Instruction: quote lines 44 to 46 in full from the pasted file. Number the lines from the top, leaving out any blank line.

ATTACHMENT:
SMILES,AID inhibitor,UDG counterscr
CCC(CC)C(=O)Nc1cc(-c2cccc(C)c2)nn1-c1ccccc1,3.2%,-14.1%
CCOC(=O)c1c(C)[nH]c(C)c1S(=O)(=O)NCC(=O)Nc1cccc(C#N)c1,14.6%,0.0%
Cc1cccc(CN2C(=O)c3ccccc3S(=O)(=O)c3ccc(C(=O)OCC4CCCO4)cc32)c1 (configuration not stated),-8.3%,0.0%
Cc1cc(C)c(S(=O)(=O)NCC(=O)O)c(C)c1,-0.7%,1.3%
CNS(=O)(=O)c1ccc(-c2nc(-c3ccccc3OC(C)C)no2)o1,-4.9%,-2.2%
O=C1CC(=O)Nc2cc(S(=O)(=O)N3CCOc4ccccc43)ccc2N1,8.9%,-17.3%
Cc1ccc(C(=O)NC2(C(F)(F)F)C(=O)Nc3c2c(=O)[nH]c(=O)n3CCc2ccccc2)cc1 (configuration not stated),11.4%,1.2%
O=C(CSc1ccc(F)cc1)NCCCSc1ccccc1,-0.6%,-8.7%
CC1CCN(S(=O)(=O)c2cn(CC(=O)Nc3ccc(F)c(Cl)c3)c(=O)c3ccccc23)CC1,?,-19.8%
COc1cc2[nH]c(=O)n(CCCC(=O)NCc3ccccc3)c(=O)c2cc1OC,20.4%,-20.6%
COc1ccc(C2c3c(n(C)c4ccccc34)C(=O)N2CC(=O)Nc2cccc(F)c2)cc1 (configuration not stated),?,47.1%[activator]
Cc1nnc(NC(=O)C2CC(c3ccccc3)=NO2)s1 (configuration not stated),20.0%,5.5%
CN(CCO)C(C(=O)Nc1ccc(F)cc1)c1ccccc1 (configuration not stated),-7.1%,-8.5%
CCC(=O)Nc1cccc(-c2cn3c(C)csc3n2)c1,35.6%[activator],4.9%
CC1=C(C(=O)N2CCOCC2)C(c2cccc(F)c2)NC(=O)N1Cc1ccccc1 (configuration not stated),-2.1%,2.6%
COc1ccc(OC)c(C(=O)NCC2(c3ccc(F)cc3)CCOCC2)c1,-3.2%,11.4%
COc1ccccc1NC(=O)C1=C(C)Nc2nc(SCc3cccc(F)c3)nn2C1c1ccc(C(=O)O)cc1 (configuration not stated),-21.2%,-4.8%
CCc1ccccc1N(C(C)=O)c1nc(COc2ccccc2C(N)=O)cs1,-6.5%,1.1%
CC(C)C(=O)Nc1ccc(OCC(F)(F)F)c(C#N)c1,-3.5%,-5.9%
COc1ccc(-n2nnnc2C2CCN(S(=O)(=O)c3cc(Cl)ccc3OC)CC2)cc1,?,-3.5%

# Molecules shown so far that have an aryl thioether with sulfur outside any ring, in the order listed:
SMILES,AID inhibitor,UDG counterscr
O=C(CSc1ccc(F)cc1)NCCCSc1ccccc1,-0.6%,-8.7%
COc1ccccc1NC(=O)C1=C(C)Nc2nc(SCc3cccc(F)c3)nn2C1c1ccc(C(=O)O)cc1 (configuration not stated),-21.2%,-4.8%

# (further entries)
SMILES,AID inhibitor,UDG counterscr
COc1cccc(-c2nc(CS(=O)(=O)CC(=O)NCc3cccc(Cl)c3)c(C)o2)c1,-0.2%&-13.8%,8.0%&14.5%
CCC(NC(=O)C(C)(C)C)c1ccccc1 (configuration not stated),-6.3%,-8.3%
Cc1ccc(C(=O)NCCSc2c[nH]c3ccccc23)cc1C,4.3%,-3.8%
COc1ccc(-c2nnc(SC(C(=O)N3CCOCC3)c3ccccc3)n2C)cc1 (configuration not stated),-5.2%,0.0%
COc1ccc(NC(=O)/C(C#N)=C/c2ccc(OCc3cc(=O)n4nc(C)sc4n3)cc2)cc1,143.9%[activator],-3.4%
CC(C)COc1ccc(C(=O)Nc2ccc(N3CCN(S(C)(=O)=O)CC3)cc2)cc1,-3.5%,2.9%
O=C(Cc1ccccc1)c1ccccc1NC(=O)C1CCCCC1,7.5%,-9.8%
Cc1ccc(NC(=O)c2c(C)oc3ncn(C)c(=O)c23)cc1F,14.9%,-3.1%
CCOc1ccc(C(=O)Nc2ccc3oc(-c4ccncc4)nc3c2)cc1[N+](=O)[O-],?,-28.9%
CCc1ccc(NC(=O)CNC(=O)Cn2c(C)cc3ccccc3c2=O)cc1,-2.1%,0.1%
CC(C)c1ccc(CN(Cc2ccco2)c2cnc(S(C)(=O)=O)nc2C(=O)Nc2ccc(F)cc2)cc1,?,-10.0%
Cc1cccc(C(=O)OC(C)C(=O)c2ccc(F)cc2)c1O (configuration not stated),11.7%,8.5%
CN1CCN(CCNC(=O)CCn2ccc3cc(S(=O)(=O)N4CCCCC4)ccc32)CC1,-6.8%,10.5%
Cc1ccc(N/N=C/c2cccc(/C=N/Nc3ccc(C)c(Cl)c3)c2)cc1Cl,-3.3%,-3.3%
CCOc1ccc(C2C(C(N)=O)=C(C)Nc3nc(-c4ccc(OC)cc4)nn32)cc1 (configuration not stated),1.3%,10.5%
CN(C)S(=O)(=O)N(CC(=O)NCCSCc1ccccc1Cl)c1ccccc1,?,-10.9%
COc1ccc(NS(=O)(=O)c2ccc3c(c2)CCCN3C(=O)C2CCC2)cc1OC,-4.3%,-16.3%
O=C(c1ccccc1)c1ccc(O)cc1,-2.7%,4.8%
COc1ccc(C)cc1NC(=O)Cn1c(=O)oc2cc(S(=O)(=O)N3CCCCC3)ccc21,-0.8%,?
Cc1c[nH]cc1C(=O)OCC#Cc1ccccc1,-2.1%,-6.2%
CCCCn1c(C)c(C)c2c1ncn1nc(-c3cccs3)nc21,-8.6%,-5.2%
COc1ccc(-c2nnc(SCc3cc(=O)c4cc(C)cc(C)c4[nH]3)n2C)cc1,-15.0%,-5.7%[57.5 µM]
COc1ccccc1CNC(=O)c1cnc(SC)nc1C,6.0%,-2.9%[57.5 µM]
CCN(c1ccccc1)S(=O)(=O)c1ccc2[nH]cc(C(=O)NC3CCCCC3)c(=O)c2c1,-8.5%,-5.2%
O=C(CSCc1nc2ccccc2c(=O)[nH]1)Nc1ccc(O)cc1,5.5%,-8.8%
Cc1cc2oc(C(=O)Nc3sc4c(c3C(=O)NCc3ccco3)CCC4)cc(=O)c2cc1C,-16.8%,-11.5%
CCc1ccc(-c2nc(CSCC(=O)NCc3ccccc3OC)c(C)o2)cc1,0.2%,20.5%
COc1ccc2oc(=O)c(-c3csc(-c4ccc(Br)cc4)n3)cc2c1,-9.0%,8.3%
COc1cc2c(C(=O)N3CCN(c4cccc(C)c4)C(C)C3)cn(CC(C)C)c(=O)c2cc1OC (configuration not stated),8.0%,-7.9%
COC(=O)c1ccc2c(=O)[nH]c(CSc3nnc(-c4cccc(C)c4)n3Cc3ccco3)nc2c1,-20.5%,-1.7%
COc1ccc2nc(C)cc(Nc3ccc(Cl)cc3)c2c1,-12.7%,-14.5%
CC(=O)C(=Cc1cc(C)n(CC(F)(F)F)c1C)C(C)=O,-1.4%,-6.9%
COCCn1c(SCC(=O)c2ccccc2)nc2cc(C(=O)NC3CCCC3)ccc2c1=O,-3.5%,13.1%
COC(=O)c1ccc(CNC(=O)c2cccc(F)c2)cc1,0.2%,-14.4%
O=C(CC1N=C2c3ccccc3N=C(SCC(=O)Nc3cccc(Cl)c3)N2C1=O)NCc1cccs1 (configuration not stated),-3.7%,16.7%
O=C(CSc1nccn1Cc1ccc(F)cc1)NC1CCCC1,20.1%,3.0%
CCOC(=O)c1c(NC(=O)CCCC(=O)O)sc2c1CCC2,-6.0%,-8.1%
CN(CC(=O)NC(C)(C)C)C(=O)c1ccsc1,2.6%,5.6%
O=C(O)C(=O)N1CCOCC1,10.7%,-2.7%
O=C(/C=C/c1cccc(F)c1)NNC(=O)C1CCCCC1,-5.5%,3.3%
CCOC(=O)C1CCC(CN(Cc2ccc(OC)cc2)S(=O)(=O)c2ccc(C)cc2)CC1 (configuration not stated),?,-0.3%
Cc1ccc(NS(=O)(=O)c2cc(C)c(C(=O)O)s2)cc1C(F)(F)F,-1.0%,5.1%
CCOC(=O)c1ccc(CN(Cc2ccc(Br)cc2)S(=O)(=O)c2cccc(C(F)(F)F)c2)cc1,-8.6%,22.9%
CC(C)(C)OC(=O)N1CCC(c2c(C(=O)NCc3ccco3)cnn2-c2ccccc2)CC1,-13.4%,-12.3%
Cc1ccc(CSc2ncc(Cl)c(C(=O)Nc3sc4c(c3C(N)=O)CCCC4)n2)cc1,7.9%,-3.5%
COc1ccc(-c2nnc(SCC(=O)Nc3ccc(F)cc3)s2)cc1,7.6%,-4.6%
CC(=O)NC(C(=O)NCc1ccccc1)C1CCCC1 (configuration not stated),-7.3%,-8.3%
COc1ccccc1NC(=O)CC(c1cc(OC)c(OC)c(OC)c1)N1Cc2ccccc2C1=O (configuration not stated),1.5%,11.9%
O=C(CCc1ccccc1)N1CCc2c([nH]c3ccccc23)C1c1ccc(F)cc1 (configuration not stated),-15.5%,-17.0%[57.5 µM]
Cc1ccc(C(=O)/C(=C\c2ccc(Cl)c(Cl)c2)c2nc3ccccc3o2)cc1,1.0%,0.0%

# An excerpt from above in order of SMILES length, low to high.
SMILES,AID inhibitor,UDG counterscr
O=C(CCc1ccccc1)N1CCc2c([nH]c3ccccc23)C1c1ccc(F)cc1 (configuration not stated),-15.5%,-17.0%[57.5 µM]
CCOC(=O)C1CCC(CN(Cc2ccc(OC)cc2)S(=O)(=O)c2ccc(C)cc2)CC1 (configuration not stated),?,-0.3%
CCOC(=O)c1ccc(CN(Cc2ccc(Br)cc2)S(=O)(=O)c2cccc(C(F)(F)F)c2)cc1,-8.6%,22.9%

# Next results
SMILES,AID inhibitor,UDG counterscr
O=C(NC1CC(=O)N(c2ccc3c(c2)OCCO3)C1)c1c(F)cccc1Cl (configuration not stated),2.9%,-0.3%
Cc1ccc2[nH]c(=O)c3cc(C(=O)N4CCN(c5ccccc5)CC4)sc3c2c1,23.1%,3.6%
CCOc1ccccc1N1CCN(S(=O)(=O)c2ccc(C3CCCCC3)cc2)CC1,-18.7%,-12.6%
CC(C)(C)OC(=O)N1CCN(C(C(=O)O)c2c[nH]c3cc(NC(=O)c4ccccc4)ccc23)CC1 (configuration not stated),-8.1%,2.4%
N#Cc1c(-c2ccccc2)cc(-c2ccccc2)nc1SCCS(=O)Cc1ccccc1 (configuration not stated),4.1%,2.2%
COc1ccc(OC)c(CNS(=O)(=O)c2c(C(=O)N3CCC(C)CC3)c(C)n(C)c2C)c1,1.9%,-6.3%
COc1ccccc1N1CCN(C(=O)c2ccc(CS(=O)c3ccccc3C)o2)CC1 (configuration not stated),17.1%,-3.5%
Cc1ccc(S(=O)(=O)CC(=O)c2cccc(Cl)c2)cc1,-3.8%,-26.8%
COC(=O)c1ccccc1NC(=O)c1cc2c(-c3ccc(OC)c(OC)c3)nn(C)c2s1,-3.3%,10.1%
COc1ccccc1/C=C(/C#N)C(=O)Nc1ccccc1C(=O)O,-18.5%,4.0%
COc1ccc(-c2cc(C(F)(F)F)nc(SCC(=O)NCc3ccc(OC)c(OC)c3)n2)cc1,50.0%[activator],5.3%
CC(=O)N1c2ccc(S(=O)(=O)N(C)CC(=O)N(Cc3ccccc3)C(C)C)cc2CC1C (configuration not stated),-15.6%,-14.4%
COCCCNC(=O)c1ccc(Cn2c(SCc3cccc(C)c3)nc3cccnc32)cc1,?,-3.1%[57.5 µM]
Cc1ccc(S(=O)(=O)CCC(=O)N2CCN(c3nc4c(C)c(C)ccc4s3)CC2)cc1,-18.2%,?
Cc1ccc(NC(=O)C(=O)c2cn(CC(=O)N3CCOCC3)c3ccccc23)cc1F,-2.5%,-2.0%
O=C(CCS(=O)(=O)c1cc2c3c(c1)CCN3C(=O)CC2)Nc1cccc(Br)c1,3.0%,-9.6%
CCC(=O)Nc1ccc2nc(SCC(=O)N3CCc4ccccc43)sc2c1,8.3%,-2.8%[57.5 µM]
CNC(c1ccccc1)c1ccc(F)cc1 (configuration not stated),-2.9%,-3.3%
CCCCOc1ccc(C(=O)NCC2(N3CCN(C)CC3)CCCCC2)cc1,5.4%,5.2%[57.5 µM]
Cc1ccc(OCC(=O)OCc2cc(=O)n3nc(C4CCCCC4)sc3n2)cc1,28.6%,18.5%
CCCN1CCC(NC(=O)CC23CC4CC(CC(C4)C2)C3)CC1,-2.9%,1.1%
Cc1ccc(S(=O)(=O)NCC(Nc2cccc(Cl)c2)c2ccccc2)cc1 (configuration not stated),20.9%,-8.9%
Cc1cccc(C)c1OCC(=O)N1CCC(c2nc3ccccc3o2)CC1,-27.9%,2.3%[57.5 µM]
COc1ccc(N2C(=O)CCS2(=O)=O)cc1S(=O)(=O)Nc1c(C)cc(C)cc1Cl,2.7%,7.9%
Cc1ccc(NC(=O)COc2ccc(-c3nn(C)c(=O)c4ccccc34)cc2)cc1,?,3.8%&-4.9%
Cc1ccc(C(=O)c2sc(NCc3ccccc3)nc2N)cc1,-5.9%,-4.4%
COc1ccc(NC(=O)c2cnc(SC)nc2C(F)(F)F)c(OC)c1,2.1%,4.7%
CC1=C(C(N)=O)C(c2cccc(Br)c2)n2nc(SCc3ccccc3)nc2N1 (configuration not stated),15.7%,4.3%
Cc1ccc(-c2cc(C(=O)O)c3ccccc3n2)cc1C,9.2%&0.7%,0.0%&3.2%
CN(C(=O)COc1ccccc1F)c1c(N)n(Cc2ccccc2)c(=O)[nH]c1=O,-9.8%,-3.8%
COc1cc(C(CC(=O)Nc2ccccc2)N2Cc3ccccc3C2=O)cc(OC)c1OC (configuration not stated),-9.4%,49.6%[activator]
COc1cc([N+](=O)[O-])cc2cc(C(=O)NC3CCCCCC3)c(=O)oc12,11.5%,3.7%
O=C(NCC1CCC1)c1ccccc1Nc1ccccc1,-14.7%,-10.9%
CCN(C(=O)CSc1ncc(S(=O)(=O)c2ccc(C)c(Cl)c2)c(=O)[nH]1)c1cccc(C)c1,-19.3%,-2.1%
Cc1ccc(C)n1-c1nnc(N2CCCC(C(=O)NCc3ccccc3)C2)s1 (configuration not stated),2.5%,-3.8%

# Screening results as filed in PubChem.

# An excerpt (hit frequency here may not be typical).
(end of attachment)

COc1ccc(NS(=O)(=O)c2ccc3c(c2)CCCN3C(=O)C2CCC2)cc1OC,-4.3%,-16.3%
O=C(c1ccccc1)c1ccc(O)cc1,-2.7%,4.8%
COc1ccc(C)cc1NC(=O)Cn1c(=O)oc2cc(S(=O)(=O)N3CCCCC3)ccc21,-0.8%,?